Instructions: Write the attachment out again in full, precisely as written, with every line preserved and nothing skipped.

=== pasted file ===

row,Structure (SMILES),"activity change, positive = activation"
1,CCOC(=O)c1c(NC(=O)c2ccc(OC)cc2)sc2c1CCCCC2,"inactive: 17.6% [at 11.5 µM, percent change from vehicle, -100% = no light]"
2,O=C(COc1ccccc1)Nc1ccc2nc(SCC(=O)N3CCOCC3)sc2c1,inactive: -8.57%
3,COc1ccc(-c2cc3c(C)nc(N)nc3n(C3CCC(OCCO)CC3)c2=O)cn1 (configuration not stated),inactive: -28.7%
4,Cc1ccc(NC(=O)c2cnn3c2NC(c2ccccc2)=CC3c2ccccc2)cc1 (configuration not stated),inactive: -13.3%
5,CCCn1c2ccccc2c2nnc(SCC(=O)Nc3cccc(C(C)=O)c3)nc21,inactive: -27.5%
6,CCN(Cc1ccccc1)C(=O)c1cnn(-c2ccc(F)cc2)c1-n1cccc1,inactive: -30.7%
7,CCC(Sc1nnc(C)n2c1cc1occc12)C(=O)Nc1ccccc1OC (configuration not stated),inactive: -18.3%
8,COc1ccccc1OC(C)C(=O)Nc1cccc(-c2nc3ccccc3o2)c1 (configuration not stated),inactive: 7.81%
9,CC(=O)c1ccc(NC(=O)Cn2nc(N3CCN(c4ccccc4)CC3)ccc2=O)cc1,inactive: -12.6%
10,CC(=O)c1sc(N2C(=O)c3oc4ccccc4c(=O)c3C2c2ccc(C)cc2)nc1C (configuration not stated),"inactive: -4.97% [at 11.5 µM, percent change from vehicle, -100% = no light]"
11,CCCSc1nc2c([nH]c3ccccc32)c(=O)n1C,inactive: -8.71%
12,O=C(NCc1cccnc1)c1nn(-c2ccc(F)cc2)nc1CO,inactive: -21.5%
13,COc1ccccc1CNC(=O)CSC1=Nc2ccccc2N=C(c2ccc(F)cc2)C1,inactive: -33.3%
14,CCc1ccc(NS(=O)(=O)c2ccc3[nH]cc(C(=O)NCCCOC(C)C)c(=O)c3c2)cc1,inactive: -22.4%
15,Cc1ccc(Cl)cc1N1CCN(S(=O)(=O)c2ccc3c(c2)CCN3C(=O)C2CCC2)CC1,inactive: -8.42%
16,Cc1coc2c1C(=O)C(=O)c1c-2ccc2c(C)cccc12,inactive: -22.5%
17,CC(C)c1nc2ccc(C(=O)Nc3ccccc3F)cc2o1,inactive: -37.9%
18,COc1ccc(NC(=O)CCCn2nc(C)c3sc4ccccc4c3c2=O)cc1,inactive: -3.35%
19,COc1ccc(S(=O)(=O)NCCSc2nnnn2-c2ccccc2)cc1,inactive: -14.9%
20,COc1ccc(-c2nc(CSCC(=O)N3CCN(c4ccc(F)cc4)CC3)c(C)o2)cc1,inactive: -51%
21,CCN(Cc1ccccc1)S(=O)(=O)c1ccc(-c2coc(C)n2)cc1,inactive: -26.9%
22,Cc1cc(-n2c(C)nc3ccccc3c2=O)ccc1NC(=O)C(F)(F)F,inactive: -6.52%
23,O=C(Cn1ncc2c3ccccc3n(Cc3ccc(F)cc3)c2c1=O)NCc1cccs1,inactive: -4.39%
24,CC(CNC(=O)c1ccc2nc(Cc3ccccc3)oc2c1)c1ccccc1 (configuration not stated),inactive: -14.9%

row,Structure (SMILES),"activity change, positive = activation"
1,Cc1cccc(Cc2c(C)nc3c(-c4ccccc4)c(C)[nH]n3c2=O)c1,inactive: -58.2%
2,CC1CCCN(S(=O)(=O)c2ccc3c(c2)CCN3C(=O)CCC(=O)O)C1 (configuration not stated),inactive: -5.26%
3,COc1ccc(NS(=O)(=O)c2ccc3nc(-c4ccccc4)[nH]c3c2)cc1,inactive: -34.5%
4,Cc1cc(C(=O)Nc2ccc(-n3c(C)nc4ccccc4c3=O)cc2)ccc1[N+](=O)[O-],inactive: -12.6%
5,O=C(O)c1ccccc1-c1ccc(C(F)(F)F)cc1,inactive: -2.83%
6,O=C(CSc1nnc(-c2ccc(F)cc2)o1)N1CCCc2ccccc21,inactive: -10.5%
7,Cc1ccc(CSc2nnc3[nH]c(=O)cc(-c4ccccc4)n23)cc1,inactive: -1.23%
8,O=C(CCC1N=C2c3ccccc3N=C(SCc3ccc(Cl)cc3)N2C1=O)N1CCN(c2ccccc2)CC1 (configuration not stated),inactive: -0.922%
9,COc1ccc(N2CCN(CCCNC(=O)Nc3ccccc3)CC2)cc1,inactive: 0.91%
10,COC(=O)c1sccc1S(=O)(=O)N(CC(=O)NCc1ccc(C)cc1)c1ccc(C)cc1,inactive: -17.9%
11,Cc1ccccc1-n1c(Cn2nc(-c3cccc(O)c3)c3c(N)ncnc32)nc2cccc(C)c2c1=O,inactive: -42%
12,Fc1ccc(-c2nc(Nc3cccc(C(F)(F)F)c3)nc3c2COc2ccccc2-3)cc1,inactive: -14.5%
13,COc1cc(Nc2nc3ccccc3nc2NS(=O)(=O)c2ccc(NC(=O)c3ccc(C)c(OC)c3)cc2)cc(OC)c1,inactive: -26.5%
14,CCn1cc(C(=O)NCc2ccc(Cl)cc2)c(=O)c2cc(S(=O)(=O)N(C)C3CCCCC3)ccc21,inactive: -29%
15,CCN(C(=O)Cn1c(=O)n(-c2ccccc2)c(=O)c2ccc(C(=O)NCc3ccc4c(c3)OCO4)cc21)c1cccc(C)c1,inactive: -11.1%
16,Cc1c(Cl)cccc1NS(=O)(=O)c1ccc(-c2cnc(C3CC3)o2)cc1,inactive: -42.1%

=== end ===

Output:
row,Structure (SMILES),"activity change, positive = activation"
1,CCOC(=O)c1c(NC(=O)c2ccc(OC)cc2)sc2c1CCCCC2,"inactive: 17.6% [at 11.5 µM, percent change from vehicle, -100% = no light]"
2,O=C(COc1ccccc1)Nc1ccc2nc(SCC(=O)N3CCOCC3)sc2c1,inactive: -8.57%
3,COc1ccc(-c2cc3c(C)nc(N)nc3n(C3CCC(OCCO)CC3)c2=O)cn1 (configuration not stated),inactive: -28.7%
4,Cc1ccc(NC(=O)c2cnn3c2NC(c2ccccc2)=CC3c2ccccc2)cc1 (configuration not stated),inactive: -13.3%
5,CCCn1c2ccccc2c2nnc(SCC(=O)Nc3cccc(C(C)=O)c3)nc21,inactive: -27.5%
6,CCN(Cc1ccccc1)C(=O)c1cnn(-c2ccc(F)cc2)c1-n1cccc1,inactive: -30.7%
7,CCC(Sc1nnc(C)n2c1cc1occc12)C(=O)Nc1ccccc1OC (configuration not stated),inactive: -18.3%
8,COc1ccccc1OC(C)C(=O)Nc1cccc(-c2nc3ccccc3o2)c1 (configuration not stated),inactive: 7.81%
9,CC(=O)c1ccc(NC(=O)Cn2nc(N3CCN(c4ccccc4)CC3)ccc2=O)cc1,inactive: -12.6%
10,CC(=O)c1sc(N2C(=O)c3oc4ccccc4c(=O)c3C2c2ccc(C)cc2)nc1C (configuration not stated),"inactive: -4.97% [at 11.5 µM, percent change from vehicle, -100% = no light]"
11,CCCSc1nc2c([nH]c3ccccc32)c(=O)n1C,inactive: -8.71%
12,O=C(NCc1cccnc1)c1nn(-c2ccc(F)cc2)nc1CO,inactive: -21.5%
13,COc1ccccc1CNC(=O)CSC1=Nc2ccccc2N=C(c2ccc(F)cc2)C1,inactive: -33.3%
14,CCc1ccc(NS(=O)(=O)c2ccc3[nH]cc(C(=O)NCCCOC(C)C)c(=O)c3c2)cc1,inactive: -22.4%
15,Cc1ccc(Cl)cc1N1CCN(S(=O)(=O)c2ccc3c(c2)CCN3C(=O)C2CCC2)CC1,inactive: -8.42%
16,Cc1coc2c1C(=O)C(=O)c1c-2ccc2c(C)cccc12,inactive: -22.5%
17,CC(C)c1nc2ccc(C(=O)Nc3ccccc3F)cc2o1,inactive: -37.9%
18,COc1ccc(NC(=O)CCCn2nc(C)c3sc4ccccc4c3c2=O)cc1,inactive: -3.35%
19,COc1ccc(S(=O)(=O)NCCSc2nnnn2-c2ccccc2)cc1,inactive: -14.9%
20,COc1ccc(-c2nc(CSCC(=O)N3CCN(c4ccc(F)cc4)CC3)c(C)o2)cc1,inactive: -51%
21,CCN(Cc1ccccc1)S(=O)(=O)c1ccc(-c2coc(C)n2)cc1,inactive: -26.9%
22,Cc1cc(-n2c(C)nc3ccccc3c2=O)ccc1NC(=O)C(F)(F)F,inactive: -6.52%
23,O=C(Cn1ncc2c3ccccc3n(Cc3ccc(F)cc3)c2c1=O)NCc1cccs1,inactive: -4.39%
24,CC(CNC(=O)c1ccc2nc(Cc3ccccc3)oc2c1)c1ccccc1 (configuration not stated),inactive: -14.9%

row,Structure (SMILES),"activity change, positive = activation"
1,Cc1cccc(Cc2c(C)nc3c(-c4ccccc4)c(C)[nH]n3c2=O)c1,inactive: -58.2%
2,CC1CCCN(S(=O)(=O)c2ccc3c(c2)CCN3C(=O)CCC(=O)O)C1 (configuration not stated),inactive: -5.26%
3,COc1ccc(NS(=O)(=O)c2ccc3nc(-c4ccccc4)[nH]c3c2)cc1,inactive: -34.5%
4,Cc1cc(C(=O)Nc2ccc(-n3c(C)nc4ccccc4c3=O)cc2)ccc1[N+](=O)[O-],inactive: -12.6%
5,O=C(O)c1ccccc1-c1ccc(C(F)(F)F)cc1,inactive: -2.83%
6,O=C(CSc1nnc(-c2ccc(F)cc2)o1)N1CCCc2ccccc21,inactive: -10.5%
7,Cc1ccc(CSc2nnc3[nH]c(=O)cc(-c4ccccc4)n23)cc1,inactive: -1.23%
8,O=C(CCC1N=C2c3ccccc3N=C(SCc3ccc(Cl)cc3)N2C1=O)N1CCN(c2ccccc2)CC1 (configuration not stated),inactive: -0.922%
9,COc1ccc(N2CCN(CCCNC(=O)Nc3ccccc3)CC2)cc1,inactive: 0.91%
10,COC(=O)c1sccc1S(=O)(=O)N(CC(=O)NCc1ccc(C)cc1)c1ccc(C)cc1,inactive: -17.9%
11,Cc1ccccc1-n1c(Cn2nc(-c3cccc(O)c3)c3c(N)ncnc32)nc2cccc(C)c2c1=O,inactive: -42%
12,Fc1ccc(-c2nc(Nc3cccc(C(F)(F)F)c3)nc3c2COc2ccccc2-3)cc1,inactive: -14.5%
13,COc1cc(Nc2nc3ccccc3nc2NS(=O)(=O)c2ccc(NC(=O)c3ccc(C)c(OC)c3)cc2)cc(OC)c1,inactive: -26.5%
14,CCn1cc(C(=O)NCc2ccc(Cl)cc2)c(=O)c2cc(S(=O)(=O)N(C)C3CCCCC3)ccc21,inactive: -29%
15,CCN(C(=O)Cn1c(=O)n(-c2ccccc2)c(=O)c2ccc(C(=O)NCc3ccc4c(c3)OCO4)cc21)c1cccc(C)c1,inactive: -11.1%
16,Cc1c(Cl)cccc1NS(=O)(=O)c1ccc(-c2cnc(C3CC3)o2)cc1,inactive: -42.1%